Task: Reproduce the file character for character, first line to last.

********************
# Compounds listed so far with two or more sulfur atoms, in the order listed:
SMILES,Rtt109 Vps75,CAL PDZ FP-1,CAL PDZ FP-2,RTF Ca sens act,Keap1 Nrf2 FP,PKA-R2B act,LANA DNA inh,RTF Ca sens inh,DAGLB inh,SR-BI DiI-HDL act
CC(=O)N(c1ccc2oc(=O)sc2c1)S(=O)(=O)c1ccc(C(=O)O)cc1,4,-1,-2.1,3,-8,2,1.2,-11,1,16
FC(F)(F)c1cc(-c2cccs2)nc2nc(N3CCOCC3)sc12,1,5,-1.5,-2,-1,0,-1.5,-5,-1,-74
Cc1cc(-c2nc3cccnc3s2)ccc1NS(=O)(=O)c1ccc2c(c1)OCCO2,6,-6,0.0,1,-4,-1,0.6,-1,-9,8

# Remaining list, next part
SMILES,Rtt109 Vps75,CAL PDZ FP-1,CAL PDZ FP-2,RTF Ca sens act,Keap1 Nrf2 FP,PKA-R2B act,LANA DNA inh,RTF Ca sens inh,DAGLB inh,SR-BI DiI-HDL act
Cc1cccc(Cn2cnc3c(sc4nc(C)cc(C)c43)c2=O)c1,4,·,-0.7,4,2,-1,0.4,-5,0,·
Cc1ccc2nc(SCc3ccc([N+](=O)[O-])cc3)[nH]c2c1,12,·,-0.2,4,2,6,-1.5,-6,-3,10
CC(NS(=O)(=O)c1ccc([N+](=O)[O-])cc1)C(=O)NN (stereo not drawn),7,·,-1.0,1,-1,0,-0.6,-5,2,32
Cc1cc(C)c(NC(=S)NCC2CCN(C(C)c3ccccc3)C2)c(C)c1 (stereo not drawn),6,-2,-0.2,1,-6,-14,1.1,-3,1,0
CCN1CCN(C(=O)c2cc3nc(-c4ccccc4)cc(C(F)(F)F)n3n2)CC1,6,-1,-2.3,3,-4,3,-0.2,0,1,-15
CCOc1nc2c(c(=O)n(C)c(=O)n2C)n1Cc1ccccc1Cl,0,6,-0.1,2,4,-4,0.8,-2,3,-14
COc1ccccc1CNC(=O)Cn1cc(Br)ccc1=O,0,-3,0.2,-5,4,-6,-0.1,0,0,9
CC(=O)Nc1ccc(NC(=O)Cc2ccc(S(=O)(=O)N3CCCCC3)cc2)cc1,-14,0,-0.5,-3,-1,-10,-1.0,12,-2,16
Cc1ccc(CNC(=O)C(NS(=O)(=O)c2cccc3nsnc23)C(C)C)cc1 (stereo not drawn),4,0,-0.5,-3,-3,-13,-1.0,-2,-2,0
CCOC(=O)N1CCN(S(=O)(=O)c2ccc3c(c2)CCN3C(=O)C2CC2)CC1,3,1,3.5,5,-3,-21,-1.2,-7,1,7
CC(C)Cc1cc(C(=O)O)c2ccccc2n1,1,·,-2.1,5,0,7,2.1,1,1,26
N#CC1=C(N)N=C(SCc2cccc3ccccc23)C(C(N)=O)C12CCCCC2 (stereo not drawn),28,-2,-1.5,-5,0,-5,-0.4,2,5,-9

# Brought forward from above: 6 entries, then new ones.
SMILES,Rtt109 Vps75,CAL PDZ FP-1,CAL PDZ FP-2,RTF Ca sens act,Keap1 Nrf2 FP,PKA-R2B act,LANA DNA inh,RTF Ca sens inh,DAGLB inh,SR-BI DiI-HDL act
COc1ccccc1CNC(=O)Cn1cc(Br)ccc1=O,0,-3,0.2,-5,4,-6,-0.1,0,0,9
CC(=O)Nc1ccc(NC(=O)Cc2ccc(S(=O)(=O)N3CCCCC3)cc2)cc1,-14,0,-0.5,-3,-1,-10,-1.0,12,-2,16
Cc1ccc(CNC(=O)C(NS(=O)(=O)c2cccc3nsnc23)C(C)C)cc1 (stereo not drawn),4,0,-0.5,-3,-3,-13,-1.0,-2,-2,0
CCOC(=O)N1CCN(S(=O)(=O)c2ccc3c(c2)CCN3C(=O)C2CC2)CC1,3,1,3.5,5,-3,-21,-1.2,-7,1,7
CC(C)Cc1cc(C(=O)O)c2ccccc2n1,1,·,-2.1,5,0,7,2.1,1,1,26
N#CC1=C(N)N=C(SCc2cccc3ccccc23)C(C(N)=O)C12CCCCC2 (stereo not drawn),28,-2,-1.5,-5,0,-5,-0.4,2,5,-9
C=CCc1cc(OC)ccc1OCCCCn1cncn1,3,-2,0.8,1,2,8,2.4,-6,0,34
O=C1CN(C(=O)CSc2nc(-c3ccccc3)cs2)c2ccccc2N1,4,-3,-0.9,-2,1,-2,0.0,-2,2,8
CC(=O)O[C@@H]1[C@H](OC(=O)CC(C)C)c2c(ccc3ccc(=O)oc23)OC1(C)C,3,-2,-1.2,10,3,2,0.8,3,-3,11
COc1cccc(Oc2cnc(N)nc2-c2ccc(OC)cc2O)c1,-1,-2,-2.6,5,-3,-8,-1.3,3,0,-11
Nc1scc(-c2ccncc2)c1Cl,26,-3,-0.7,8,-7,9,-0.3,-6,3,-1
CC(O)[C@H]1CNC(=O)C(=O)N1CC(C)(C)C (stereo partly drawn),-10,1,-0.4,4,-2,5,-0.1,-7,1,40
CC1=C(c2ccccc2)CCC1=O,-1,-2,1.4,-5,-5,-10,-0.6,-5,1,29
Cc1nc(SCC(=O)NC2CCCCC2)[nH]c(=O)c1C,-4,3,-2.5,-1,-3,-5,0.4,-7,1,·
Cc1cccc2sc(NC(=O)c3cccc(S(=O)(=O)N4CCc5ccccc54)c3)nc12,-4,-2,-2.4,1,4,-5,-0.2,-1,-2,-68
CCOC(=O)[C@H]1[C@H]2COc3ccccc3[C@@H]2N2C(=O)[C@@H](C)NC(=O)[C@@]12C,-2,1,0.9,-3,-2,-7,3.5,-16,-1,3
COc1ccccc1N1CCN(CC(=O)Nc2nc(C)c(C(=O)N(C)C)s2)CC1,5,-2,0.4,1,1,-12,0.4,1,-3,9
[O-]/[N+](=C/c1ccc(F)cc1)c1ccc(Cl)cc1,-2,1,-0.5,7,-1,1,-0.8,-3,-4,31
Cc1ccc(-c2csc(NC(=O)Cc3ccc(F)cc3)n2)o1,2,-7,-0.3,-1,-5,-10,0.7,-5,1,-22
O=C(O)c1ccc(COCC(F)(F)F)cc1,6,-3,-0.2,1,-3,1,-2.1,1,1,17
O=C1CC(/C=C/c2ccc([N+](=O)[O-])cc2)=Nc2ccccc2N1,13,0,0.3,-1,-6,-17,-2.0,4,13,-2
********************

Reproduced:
# Compounds listed so far with two or more sulfur atoms, in the order listed:
SMILES,Rtt109 Vps75,CAL PDZ FP-1,CAL PDZ FP-2,RTF Ca sens act,Keap1 Nrf2 FP,PKA-R2B act,LANA DNA inh,RTF Ca sens inh,DAGLB inh,SR-BI DiI-HDL act
CC(=O)N(c1ccc2oc(=O)sc2c1)S(=O)(=O)c1ccc(C(=O)O)cc1,4,-1,-2.1,3,-8,2,1.2,-11,1,16
FC(F)(F)c1cc(-c2cccs2)nc2nc(N3CCOCC3)sc12,1,5,-1.5,-2,-1,0,-1.5,-5,-1,-74
Cc1cc(-c2nc3cccnc3s2)ccc1NS(=O)(=O)c1ccc2c(c1)OCCO2,6,-6,0.0,1,-4,-1,0.6,-1,-9,8

# Remaining list, next part
SMILES,Rtt109 Vps75,CAL PDZ FP-1,CAL PDZ FP-2,RTF Ca sens act,Keap1 Nrf2 FP,PKA-R2B act,LANA DNA inh,RTF Ca sens inh,DAGLB inh,SR-BI DiI-HDL act
Cc1cccc(Cn2cnc3c(sc4nc(C)cc(C)c43)c2=O)c1,4,·,-0.7,4,2,-1,0.4,-5,0,·
Cc1ccc2nc(SCc3ccc([N+](=O)[O-])cc3)[nH]c2c1,12,·,-0.2,4,2,6,-1.5,-6,-3,10
CC(NS(=O)(=O)c1ccc([N+](=O)[O-])cc1)C(=O)NN (stereo not drawn),7,·,-1.0,1,-1,0,-0.6,-5,2,32
Cc1cc(C)c(NC(=S)NCC2CCN(C(C)c3ccccc3)C2)c(C)c1 (stereo not drawn),6,-2,-0.2,1,-6,-14,1.1,-3,1,0
CCN1CCN(C(=O)c2cc3nc(-c4ccccc4)cc(C(F)(F)F)n3n2)CC1,6,-1,-2.3,3,-4,3,-0.2,0,1,-15
CCOc1nc2c(c(=O)n(C)c(=O)n2C)n1Cc1ccccc1Cl,0,6,-0.1,2,4,-4,0.8,-2,3,-14
COc1ccccc1CNC(=O)Cn1cc(Br)ccc1=O,0,-3,0.2,-5,4,-6,-0.1,0,0,9
CC(=O)Nc1ccc(NC(=O)Cc2ccc(S(=O)(=O)N3CCCCC3)cc2)cc1,-14,0,-0.5,-3,-1,-10,-1.0,12,-2,16
Cc1ccc(CNC(=O)C(NS(=O)(=O)c2cccc3nsnc23)C(C)C)cc1 (stereo not drawn),4,0,-0.5,-3,-3,-13,-1.0,-2,-2,0
CCOC(=O)N1CCN(S(=O)(=O)c2ccc3c(c2)CCN3C(=O)C2CC2)CC1,3,1,3.5,5,-3,-21,-1.2,-7,1,7
CC(C)Cc1cc(C(=O)O)c2ccccc2n1,1,·,-2.1,5,0,7,2.1,1,1,26
N#CC1=C(N)N=C(SCc2cccc3ccccc23)C(C(N)=O)C12CCCCC2 (stereo not drawn),28,-2,-1.5,-5,0,-5,-0.4,2,5,-9

# Brought forward from above: 6 entries, then new ones.
SMILES,Rtt109 Vps75,CAL PDZ FP-1,CAL PDZ FP-2,RTF Ca sens act,Keap1 Nrf2 FP,PKA-R2B act,LANA DNA inh,RTF Ca sens inh,DAGLB inh,SR-BI DiI-HDL act
COc1ccccc1CNC(=O)Cn1cc(Br)ccc1=O,0,-3,0.2,-5,4,-6,-0.1,0,0,9
CC(=O)Nc1ccc(NC(=O)Cc2ccc(S(=O)(=O)N3CCCCC3)cc2)cc1,-14,0,-0.5,-3,-1,-10,-1.0,12,-2,16
Cc1ccc(CNC(=O)C(NS(=O)(=O)c2cccc3nsnc23)C(C)C)cc1 (stereo not drawn),4,0,-0.5,-3,-3,-13,-1.0,-2,-2,0
CCOC(=O)N1CCN(S(=O)(=O)c2ccc3c(c2)CCN3C(=O)C2CC2)CC1,3,1,3.5,5,-3,-21,-1.2,-7,1,7
CC(C)Cc1cc(C(=O)O)c2ccccc2n1,1,·,-2.1,5,0,7,2.1,1,1,26
N#CC1=C(N)N=C(SCc2cccc3ccccc23)C(C(N)=O)C12CCCCC2 (stereo not drawn),28,-2,-1.5,-5,0,-5,-0.4,2,5,-9
C=CCc1cc(OC)ccc1OCCCCn1cncn1,3,-2,0.8,1,2,8,2.4,-6,0,34
O=C1CN(C(=O)CSc2nc(-c3ccccc3)cs2)c2ccccc2N1,4,-3,-0.9,-2,1,-2,0.0,-2,2,8
CC(=O)O[C@@H]1[C@H](OC(=O)CC(C)C)c2c(ccc3ccc(=O)oc23)OC1(C)C,3,-2,-1.2,10,3,2,0.8,3,-3,11
COc1cccc(Oc2cnc(N)nc2-c2ccc(OC)cc2O)c1,-1,-2,-2.6,5,-3,-8,-1.3,3,0,-11
Nc1scc(-c2ccncc2)c1Cl,26,-3,-0.7,8,-7,9,-0.3,-6,3,-1
CC(O)[C@H]1CNC(=O)C(=O)N1CC(C)(C)C (stereo partly drawn),-10,1,-0.4,4,-2,5,-0.1,-7,1,40
CC1=C(c2ccccc2)CCC1=O,-1,-2,1.4,-5,-5,-10,-0.6,-5,1,29
Cc1nc(SCC(=O)NC2CCCCC2)[nH]c(=O)c1C,-4,3,-2.5,-1,-3,-5,0.4,-7,1,·
Cc1cccc2sc(NC(=O)c3cccc(S(=O)(=O)N4CCc5ccccc54)c3)nc12,-4,-2,-2.4,1,4,-5,-0.2,-1,-2,-68
CCOC(=O)[C@H]1[C@H]2COc3ccccc3[C@@H]2N2C(=O)[C@@H](C)NC(=O)[C@@]12C,-2,1,0.9,-3,-2,-7,3.5,-16,-1,3
COc1ccccc1N1CCN(CC(=O)Nc2nc(C)c(C(=O)N(C)C)s2)CC1,5,-2,0.4,1,1,-12,0.4,1,-3,9
[O-]/[N+](=C/c1ccc(F)cc1)c1ccc(Cl)cc1,-2,1,-0.5,7,-1,1,-0.8,-3,-4,31
Cc1ccc(-c2csc(NC(=O)Cc3ccc(F)cc3)n2)o1,2,-7,-0.3,-1,-5,-10,0.7,-5,1,-22
O=C(O)c1ccc(COCC(F)(F)F)cc1,6,-3,-0.2,1,-3,1,-2.1,1,1,17
O=C1CC(/C=C/c2ccc([N+](=O)[O-])cc2)=Nc2ccccc2N1,13,0,0.3,-1,-6,-17,-2.0,4,13,-2